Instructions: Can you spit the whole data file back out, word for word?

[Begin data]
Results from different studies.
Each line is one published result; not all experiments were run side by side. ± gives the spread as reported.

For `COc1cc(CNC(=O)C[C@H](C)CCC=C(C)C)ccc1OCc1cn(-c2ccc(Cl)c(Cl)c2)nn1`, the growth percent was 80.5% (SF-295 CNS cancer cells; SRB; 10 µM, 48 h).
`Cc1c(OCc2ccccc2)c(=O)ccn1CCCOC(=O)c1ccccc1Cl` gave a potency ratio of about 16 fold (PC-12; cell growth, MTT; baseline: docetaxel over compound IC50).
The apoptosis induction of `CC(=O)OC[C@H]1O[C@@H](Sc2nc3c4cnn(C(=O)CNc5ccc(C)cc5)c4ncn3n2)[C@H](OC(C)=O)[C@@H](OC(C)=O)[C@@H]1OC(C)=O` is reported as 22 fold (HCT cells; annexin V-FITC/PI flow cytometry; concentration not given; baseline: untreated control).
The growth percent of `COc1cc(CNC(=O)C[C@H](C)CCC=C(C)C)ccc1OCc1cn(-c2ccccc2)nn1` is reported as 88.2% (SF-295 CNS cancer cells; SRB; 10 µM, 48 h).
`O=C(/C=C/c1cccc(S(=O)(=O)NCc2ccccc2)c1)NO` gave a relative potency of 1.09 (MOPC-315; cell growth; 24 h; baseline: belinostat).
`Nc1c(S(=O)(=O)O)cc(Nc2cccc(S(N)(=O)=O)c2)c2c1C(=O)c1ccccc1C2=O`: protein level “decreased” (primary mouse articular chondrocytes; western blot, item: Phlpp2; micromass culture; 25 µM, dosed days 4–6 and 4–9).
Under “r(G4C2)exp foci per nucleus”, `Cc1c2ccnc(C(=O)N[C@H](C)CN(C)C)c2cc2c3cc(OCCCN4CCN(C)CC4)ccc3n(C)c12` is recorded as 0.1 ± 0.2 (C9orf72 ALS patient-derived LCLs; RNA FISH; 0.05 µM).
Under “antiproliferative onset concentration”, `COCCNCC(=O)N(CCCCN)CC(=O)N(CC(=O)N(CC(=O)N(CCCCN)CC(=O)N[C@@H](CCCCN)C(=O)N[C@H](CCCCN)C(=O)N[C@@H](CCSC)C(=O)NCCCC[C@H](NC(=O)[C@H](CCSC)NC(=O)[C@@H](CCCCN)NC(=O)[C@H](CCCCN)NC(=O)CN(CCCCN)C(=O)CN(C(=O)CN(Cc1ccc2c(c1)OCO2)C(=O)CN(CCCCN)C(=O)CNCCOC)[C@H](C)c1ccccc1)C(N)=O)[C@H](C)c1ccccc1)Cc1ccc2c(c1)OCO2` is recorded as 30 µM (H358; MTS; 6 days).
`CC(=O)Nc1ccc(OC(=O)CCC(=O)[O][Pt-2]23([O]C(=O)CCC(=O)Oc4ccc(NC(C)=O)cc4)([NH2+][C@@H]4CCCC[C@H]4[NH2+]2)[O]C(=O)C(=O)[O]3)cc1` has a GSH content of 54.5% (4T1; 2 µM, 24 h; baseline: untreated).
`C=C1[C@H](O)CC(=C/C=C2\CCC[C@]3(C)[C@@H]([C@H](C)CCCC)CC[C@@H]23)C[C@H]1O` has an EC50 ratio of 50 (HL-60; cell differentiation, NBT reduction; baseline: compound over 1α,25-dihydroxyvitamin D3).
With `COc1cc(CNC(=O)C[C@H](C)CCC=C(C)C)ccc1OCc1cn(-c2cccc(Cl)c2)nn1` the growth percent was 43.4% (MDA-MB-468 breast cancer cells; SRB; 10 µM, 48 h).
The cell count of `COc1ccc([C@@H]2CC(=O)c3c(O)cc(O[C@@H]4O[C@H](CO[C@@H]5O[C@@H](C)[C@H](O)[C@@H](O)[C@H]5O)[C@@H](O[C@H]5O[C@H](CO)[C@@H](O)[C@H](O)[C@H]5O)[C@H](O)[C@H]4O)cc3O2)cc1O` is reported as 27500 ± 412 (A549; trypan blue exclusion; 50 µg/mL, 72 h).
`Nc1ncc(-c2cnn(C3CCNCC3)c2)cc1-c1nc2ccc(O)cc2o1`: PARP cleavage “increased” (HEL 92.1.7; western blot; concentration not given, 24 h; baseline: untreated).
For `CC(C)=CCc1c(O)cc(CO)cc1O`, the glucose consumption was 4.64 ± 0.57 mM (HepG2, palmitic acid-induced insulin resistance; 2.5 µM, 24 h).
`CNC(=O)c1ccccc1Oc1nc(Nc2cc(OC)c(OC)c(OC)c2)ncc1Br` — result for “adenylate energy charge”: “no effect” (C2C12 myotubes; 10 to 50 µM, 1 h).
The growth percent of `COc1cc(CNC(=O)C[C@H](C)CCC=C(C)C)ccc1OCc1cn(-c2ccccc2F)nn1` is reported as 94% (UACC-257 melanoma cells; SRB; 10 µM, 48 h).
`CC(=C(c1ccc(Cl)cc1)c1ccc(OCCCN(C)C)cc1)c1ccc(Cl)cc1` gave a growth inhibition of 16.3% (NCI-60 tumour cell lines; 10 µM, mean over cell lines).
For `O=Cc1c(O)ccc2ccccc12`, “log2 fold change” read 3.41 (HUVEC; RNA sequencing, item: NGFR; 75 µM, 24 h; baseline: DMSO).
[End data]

Results from different studies.
Each line is one published result; not all experiments were run side by side. ± gives the spread as reported.

For `COc1cc(CNC(=O)C[C@H](C)CCC=C(C)C)ccc1OCc1cn(-c2ccc(Cl)c(Cl)c2)nn1`, the growth percent was 80.5% (SF-295 CNS cancer cells; SRB; 10 µM, 48 h).
`Cc1c(OCc2ccccc2)c(=O)ccn1CCCOC(=O)c1ccccc1Cl` gave a potency ratio of about 16 fold (PC-12; cell growth, MTT; baseline: docetaxel over compound IC50).
The apoptosis induction of `CC(=O)OC[C@H]1O[C@@H](Sc2nc3c4cnn(C(=O)CNc5ccc(C)cc5)c4ncn3n2)[C@H](OC(C)=O)[C@@H](OC(C)=O)[C@@H]1OC(C)=O` is reported as 22 fold (HCT cells; annexin V-FITC/PI flow cytometry; concentration not given; baseline: untreated control).
The growth percent of `COc1cc(CNC(=O)C[C@H](C)CCC=C(C)C)ccc1OCc1cn(-c2ccccc2)nn1` is reported as 88.2% (SF-295 CNS cancer cells; SRB; 10 µM, 48 h).
`O=C(/C=C/c1cccc(S(=O)(=O)NCc2ccccc2)c1)NO` gave a relative potency of 1.09 (MOPC-315; cell growth; 24 h; baseline: belinostat).
`Nc1c(S(=O)(=O)O)cc(Nc2cccc(S(N)(=O)=O)c2)c2c1C(=O)c1ccccc1C2=O`: protein level “decreased” (primary mouse articular chondrocytes; western blot, item: Phlpp2; micromass culture; 25 µM, dosed days 4–6 and 4–9).
Under “r(G4C2)exp foci per nucleus”, `Cc1c2ccnc(C(=O)N[C@H](C)CN(C)C)c2cc2c3cc(OCCCN4CCN(C)CC4)ccc3n(C)c12` is recorded as 0.1 ± 0.2 (C9orf72 ALS patient-derived LCLs; RNA FISH; 0.05 µM).
Under “antiproliferative onset concentration”, `COCCNCC(=O)N(CCCCN)CC(=O)N(CC(=O)N(CC(=O)N(CCCCN)CC(=O)N[C@@H](CCCCN)C(=O)N[C@H](CCCCN)C(=O)N[C@@H](CCSC)C(=O)NCCCC[C@H](NC(=O)[C@H](CCSC)NC(=O)[C@@H](CCCCN)NC(=O)[C@H](CCCCN)NC(=O)CN(CCCCN)C(=O)CN(C(=O)CN(Cc1ccc2c(c1)OCO2)C(=O)CN(CCCCN)C(=O)CNCCOC)[C@H](C)c1ccccc1)C(N)=O)[C@H](C)c1ccccc1)Cc1ccc2c(c1)OCO2` is recorded as 30 µM (H358; MTS; 6 days).
`CC(=O)Nc1ccc(OC(=O)CCC(=O)[O][Pt-2]23([O]C(=O)CCC(=O)Oc4ccc(NC(C)=O)cc4)([NH2+][C@@H]4CCCC[C@H]4[NH2+]2)[O]C(=O)C(=O)[O]3)cc1` has a GSH content of 54.5% (4T1; 2 µM, 24 h; baseline: untreated).
`C=C1[C@H](O)CC(=C/C=C2\CCC[C@]3(C)[C@@H]([C@H](C)CCCC)CC[C@@H]23)C[C@H]1O` has an EC50 ratio of 50 (HL-60; cell differentiation, NBT reduction; baseline: compound over 1α,25-dihydroxyvitamin D3).
With `COc1cc(CNC(=O)C[C@H](C)CCC=C(C)C)ccc1OCc1cn(-c2cccc(Cl)c2)nn1` the growth percent was 43.4% (MDA-MB-468 breast cancer cells; SRB; 10 µM, 48 h).
The cell count of `COc1ccc([C@@H]2CC(=O)c3c(O)cc(O[C@@H]4O[C@H](CO[C@@H]5O[C@@H](C)[C@H](O)[C@@H](O)[C@H]5O)[C@@H](O[C@H]5O[C@H](CO)[C@@H](O)[C@H](O)[C@H]5O)[C@H](O)[C@H]4O)cc3O2)cc1O` is reported as 27500 ± 412 (A549; trypan blue exclusion; 50 µg/mL, 72 h).
`Nc1ncc(-c2cnn(C3CCNCC3)c2)cc1-c1nc2ccc(O)cc2o1`: PARP cleavage “increased” (HEL 92.1.7; western blot; concentration not given, 24 h; baseline: untreated).
For `CC(C)=CCc1c(O)cc(CO)cc1O`, the glucose consumption was 4.64 ± 0.57 mM (HepG2, palmitic acid-induced insulin resistance; 2.5 µM, 24 h).
`CNC(=O)c1ccccc1Oc1nc(Nc2cc(OC)c(OC)c(OC)c2)ncc1Br` — result for “adenylate energy charge”: “no effect” (C2C12 myotubes; 10 to 50 µM, 1 h).
The growth percent of `COc1cc(CNC(=O)C[C@H](C)CCC=C(C)C)ccc1OCc1cn(-c2ccccc2F)nn1` is reported as 94% (UACC-257 melanoma cells; SRB; 10 µM, 48 h).
`CC(=C(c1ccc(Cl)cc1)c1ccc(OCCCN(C)C)cc1)c1ccc(Cl)cc1` gave a growth inhibition of 16.3% (NCI-60 tumour cell lines; 10 µM, mean over cell lines).
For `O=Cc1c(O)ccc2ccccc12`, “log2 fold change” read 3.41 (HUVEC; RNA sequencing, item: NGFR; 75 µM, 24 h; baseline: DMSO).